RUSH: Ladies and gentlemen, President Obama announced that he's doing another executive order. He is gonna cap student loans at 10% of a person's income. People are saying, "Whoa, whoa, whoa! What does that mean? How does that work?" How does that work? Well, it's real simple. The president just decides that he's gonna throw out thousands of years of contract law, and he's gonna rewrite the law himself with an executive order.
He makes the law.
It doesn't matter what contract the student and a bank have made. Obama knows best, and he needs to buy more votes, and this is a way to do that using the bank's money. They run the student loan program, anyway. Look, this is a prelude... Mark my words today. June the 9th, 2014: This is a prelude to forgiving some student loans to start with. Don't you remember the Regime took over the student loan program from the banks, from the private sector way back in the second term?
You do remember that, right? Okay, so now he's basically just saying that student loans are gonna be capped at 10% of a person's income. You ask, "How does that work?" You're not supposed to ask how it works. It's just what is. A student, the maximum loan they can pay is 10% of their income. Now, if they're unemployed I don't know what you do. If they don't have an income, 10% of nothing is what? Nothing! Exactly.
RUSH: (interruption) What? iOS 8? You want me to tell people what I think about iOS 8 today? There would be a revolt in this audience if I were to tell people what I think of iOS 8 today. (interruption) Yeah, well, Snerdley, I can't believe you. With all that's going on, people don't want to know about iOS 8 today. Well, maybe some do. I'll do it tomorrow. I promise. (interruption) I don't know anything about the iWatch. I don't even know that there's going to be an iWatch. See, once again you are totally believing speculation. Has Apple said there's going to be an iWatch? (interruption) All right.
Has Apple said there's gonna be an iOS 8? Yes. Have they said there's gonna be an OS X Yosemite? Yes. Have they said there's gonna be a bigger iPhone 6? No. (interruption) But, well, yeah, there will be one. They actually have said so in that trial with Samsung, but it was cast another way. I don't know anything about an iWatch, other than if it's related to health, I'm not interested.
RUSH: The Washington Post had a story while I was away. Headline: "Female-Named Hurricanes Kill More Than Male Hurricanes." Did you see that while I was gone? (interruption) You heard, okay. Let's take that headline and let's ask ourselves why in the world might this be. Why would they assert that this is true, that hurricanes named after women killed more people than hurricanes named after men? (interruption)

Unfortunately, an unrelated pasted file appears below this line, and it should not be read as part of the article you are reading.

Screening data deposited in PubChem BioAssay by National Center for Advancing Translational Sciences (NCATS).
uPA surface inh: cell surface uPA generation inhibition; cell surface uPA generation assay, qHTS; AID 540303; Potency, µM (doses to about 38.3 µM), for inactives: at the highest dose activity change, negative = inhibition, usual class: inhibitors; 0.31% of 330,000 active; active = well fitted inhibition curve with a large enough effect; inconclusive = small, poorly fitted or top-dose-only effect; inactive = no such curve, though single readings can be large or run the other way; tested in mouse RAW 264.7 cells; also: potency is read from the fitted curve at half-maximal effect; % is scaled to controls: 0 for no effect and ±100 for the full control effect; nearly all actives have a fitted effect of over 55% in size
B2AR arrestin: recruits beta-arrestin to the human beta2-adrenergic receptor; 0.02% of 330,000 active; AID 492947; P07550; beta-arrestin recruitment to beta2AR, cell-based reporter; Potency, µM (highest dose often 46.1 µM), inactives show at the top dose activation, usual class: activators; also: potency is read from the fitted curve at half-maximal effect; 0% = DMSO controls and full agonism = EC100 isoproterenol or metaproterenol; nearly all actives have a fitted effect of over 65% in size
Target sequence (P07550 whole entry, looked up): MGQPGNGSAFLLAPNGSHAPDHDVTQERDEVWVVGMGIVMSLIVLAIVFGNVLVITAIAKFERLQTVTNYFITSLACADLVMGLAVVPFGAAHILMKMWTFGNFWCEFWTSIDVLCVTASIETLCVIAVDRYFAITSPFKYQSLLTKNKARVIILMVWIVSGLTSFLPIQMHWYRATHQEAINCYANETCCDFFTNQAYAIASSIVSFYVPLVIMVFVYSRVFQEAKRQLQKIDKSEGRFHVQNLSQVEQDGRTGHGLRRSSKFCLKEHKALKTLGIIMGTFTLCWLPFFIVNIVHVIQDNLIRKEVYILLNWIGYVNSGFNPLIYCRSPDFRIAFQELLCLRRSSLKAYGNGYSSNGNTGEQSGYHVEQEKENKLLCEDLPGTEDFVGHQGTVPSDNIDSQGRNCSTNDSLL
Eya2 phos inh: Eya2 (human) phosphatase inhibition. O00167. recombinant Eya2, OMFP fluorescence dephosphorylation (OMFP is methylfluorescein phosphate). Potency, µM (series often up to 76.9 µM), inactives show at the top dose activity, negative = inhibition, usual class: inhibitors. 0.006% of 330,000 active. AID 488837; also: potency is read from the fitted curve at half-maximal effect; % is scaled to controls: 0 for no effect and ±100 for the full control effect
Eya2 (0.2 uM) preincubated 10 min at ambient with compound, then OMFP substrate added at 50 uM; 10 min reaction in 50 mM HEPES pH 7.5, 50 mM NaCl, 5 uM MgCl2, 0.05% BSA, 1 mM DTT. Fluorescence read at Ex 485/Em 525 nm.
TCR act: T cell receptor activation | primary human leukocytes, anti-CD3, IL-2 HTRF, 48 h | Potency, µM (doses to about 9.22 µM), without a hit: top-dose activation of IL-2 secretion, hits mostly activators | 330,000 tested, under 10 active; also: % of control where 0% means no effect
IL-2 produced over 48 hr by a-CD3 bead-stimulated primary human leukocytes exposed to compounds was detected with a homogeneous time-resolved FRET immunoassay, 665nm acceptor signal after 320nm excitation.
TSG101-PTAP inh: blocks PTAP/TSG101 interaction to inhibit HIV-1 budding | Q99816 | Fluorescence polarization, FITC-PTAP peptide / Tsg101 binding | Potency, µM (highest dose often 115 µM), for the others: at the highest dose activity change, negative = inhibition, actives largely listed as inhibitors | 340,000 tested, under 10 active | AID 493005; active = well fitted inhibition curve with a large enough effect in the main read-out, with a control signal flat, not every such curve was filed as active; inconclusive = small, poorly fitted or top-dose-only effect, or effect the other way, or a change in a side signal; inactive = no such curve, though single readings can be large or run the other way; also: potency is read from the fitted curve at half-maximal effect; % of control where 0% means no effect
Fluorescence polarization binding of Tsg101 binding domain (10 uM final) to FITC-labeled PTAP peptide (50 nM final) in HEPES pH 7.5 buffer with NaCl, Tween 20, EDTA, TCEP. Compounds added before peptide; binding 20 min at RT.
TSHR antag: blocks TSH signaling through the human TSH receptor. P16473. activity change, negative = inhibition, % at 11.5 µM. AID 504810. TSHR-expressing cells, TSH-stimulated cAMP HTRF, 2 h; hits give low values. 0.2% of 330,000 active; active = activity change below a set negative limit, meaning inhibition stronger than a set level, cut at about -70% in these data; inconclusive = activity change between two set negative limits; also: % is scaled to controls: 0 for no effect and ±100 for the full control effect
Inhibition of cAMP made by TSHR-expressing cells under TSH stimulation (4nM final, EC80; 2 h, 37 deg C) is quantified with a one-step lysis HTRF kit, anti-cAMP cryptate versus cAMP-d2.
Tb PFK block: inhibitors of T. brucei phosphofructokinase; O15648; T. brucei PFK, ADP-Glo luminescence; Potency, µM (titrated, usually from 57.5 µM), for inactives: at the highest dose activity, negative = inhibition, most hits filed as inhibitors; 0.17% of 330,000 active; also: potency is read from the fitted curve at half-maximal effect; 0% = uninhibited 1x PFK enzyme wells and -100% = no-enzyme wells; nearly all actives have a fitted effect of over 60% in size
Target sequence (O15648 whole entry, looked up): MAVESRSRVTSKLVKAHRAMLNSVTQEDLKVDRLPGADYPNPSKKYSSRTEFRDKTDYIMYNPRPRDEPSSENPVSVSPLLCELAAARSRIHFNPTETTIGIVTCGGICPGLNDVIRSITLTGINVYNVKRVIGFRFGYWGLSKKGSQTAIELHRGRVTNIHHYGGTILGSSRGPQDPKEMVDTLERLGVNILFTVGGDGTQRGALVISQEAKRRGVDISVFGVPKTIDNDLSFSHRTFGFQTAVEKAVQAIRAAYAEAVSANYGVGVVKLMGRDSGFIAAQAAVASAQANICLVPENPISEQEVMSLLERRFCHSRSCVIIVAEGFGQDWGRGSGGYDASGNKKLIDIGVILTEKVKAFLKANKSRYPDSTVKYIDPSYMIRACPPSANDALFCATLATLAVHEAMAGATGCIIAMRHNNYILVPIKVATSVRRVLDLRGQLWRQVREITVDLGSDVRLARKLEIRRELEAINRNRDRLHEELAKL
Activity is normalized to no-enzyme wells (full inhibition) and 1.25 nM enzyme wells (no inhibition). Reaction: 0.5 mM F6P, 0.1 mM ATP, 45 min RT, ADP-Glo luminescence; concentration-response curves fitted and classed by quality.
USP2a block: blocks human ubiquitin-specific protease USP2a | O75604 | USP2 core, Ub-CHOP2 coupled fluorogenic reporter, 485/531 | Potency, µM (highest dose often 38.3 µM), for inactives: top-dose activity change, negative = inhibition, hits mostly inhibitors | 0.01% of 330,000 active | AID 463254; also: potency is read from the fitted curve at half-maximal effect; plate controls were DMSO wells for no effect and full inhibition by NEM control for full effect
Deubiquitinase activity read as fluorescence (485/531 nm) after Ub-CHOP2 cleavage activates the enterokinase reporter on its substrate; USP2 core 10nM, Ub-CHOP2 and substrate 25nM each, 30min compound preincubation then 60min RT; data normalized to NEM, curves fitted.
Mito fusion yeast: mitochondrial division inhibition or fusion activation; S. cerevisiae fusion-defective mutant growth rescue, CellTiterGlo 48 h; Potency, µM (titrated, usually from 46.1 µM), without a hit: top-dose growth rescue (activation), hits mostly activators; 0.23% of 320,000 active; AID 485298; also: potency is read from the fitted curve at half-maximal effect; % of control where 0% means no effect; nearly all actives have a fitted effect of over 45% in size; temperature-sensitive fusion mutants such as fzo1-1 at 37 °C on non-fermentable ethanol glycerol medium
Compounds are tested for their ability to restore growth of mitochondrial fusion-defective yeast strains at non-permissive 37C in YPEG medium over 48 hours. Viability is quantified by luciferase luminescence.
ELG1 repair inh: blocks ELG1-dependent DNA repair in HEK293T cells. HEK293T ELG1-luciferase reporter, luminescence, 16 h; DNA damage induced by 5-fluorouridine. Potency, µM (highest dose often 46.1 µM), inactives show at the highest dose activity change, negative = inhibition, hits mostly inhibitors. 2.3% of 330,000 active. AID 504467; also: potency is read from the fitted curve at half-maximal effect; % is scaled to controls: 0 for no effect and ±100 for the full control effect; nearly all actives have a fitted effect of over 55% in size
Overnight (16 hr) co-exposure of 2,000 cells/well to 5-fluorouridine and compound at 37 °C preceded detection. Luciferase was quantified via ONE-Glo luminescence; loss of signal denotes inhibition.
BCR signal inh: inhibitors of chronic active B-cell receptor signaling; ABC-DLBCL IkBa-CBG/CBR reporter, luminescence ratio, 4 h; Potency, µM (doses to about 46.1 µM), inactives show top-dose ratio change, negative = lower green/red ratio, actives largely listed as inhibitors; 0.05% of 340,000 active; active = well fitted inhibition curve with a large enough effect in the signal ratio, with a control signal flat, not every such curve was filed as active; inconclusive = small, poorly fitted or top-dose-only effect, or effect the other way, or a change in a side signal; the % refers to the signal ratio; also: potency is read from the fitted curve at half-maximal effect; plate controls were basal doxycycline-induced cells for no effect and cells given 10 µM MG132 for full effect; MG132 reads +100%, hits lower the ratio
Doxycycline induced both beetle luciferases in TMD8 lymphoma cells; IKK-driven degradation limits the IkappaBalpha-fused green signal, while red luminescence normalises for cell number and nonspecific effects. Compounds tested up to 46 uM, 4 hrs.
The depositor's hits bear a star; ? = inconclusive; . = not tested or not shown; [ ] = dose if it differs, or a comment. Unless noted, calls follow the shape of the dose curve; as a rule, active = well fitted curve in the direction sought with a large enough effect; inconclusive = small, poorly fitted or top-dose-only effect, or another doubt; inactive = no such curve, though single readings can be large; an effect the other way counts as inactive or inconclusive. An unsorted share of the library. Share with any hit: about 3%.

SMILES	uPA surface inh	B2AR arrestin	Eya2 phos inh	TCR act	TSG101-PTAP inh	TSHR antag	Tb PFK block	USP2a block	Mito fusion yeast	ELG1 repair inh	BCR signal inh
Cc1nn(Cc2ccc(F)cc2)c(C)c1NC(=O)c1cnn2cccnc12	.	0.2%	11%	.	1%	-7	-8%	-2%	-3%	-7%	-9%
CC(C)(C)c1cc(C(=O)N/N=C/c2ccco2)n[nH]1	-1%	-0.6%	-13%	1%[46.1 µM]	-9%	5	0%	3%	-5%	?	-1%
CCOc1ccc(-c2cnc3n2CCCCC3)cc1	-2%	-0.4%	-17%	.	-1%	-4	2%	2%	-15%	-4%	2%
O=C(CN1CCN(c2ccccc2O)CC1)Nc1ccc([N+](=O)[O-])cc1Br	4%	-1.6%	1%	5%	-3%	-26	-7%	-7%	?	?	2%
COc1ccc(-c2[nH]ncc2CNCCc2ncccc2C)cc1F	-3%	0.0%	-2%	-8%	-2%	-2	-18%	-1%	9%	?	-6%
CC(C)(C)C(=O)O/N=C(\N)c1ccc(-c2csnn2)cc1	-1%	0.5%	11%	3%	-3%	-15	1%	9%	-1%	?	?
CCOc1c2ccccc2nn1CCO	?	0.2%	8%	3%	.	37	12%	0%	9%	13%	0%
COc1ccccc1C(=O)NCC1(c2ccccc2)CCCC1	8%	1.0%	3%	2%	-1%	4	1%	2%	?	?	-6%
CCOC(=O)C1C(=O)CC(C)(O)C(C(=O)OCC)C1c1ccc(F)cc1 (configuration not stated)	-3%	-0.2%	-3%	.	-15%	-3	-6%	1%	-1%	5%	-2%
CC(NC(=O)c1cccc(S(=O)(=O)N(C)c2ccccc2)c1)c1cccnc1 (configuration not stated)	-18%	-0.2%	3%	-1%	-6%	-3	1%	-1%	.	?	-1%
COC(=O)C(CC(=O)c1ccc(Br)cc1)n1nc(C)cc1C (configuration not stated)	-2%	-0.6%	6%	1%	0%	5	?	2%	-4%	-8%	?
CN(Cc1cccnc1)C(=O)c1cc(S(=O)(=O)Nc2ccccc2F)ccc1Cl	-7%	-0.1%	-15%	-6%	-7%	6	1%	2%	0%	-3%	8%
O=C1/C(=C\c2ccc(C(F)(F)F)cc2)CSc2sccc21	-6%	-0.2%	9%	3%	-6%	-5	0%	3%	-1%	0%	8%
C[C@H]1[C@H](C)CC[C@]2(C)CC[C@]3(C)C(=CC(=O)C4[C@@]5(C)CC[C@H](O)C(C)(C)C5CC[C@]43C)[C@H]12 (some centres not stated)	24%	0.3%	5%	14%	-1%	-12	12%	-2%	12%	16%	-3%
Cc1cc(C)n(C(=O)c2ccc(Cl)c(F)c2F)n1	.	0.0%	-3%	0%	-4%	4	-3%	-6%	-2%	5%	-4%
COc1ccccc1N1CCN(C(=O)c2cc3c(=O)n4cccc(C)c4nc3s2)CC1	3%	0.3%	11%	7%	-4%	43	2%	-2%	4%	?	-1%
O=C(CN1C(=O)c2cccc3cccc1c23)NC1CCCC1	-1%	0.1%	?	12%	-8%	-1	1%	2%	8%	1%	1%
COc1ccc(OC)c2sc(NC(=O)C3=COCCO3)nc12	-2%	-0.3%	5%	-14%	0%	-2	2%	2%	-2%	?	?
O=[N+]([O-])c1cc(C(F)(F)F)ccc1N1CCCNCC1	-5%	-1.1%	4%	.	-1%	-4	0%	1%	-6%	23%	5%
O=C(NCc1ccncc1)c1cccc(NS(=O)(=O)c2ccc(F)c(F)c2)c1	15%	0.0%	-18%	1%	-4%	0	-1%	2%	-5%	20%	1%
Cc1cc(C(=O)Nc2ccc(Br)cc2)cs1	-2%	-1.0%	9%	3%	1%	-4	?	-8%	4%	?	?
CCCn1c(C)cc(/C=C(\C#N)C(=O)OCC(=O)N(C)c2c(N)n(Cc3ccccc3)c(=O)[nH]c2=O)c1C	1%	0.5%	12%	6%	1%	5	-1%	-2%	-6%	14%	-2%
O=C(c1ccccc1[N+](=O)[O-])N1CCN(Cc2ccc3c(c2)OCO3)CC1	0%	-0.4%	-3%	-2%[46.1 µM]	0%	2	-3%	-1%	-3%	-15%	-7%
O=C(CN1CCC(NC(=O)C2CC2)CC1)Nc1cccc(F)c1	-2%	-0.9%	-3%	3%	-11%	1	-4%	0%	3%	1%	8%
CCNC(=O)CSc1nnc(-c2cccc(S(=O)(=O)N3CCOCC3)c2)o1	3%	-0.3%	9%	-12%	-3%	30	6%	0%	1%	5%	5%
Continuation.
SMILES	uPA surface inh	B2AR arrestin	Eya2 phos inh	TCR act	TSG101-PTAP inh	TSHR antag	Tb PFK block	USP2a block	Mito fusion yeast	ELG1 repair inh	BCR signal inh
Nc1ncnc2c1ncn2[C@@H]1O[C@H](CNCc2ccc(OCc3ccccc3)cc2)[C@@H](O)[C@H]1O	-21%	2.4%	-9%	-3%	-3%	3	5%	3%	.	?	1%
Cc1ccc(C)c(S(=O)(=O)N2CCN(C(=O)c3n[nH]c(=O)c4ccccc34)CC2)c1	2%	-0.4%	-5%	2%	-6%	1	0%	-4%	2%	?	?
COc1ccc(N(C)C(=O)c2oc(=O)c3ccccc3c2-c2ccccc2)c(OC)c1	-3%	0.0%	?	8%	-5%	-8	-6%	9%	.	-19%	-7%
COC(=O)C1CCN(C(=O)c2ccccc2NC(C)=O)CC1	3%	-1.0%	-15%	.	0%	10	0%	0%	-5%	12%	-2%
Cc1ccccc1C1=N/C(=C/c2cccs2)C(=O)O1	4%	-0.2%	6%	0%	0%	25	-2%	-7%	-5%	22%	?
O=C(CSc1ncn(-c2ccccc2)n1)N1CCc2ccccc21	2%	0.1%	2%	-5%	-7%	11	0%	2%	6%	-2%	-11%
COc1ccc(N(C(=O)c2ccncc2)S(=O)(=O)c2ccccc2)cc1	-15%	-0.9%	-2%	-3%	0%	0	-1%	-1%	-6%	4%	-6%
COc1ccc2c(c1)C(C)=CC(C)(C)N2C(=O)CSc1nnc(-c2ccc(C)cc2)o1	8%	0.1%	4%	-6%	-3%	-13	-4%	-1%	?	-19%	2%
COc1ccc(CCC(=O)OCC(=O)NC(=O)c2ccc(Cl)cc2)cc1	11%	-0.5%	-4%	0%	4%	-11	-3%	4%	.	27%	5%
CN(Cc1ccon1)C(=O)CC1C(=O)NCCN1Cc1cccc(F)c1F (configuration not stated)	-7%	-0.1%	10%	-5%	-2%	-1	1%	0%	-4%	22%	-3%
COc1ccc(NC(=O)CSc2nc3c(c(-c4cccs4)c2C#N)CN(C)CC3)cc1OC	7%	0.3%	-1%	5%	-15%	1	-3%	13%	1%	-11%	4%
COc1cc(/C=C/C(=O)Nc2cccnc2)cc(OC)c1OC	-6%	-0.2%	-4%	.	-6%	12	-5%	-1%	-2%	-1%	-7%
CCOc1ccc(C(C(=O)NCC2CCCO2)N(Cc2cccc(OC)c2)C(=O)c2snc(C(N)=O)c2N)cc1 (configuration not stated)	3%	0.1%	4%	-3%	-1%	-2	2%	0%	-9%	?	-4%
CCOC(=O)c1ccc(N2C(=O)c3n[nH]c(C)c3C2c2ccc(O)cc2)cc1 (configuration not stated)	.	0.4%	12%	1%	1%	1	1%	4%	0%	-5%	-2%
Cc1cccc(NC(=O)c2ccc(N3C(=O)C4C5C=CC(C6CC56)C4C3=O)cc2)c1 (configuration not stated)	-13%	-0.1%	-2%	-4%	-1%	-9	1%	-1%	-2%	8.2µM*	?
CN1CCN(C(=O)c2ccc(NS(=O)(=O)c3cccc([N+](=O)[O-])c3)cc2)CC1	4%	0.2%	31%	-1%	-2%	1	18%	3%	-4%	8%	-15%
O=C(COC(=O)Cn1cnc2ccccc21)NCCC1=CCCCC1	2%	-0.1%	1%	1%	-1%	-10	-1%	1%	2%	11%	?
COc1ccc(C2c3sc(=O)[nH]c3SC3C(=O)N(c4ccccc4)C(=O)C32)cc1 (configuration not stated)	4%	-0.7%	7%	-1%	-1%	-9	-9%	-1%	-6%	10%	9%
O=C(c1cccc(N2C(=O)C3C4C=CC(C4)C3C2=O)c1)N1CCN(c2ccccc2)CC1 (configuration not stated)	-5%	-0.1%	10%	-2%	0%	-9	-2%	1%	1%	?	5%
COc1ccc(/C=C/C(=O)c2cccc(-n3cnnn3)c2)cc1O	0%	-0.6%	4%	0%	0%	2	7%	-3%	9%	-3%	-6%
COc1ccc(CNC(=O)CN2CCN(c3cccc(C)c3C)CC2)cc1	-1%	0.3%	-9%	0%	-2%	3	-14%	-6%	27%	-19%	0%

Well, here's the answer, and it's shrouded, rooted in feminazi-ism. "People don't take hurricanes as seriously if they have a feminine name and the consequences are deadly, finds a new groundbreaking study. Female-named storms have historically killed more because people neither consider them as risky nor take the same precautions."
If Hurricane Helen is hitting you, you say, "Helen wouldn't hurt me. Helen? Are you kidding?" But Hurricane Richard, you better look out because Richard will come and savage you, will destroy you, will do horrible things to you. Helen would never think of hurting you. This is what they want us to believe.
"Researchers at the University of Illinois and Arizona State University examined six decades of hurricane death rates according to gender, spanning 1950 and 2012. Of the 47 most damaging hurricanes, the female-named hurricanes produced an average of 45 deaths compared to 23 deaths in male-named storms, or almost double the number of fatalities. ...
"The difference in death rates between genders was even more pronounced when comparing strongly masculine names versus strongly feminine ones. '[Our] model suggests that changing a severe hurricane's name from Charley ... to Eloise ... could nearly triple its death toll,' the study says. Sharon Shavitt, study co-author and professor of marketing at the University of Illinois, says the results imply an 'implicit sexism.'"
I wonder if they factored in the time of the month that the female hurricanes hit. You know, if a female hurricane is in its cycle, could make it even worse. Well, are they factoring that? (interruption) Look, you may be laughing in there. That makes as much sense as any of the rest of this. Hurricane Charley is more threatening than Hurricane Eloise and so people prepare themselves more for it?
Hurricane Katrina? (interruption) Assuming it's true, what are we supposed to do? We're supposed to eliminate female names. That's not the way to look at this, though. The way to look at it is exactly as the headline says. Female named hurricanes are deadlier, period. Who cares why! Female-named hurricanes are deadlier. That's all we need to know. And I give you Katrina, period.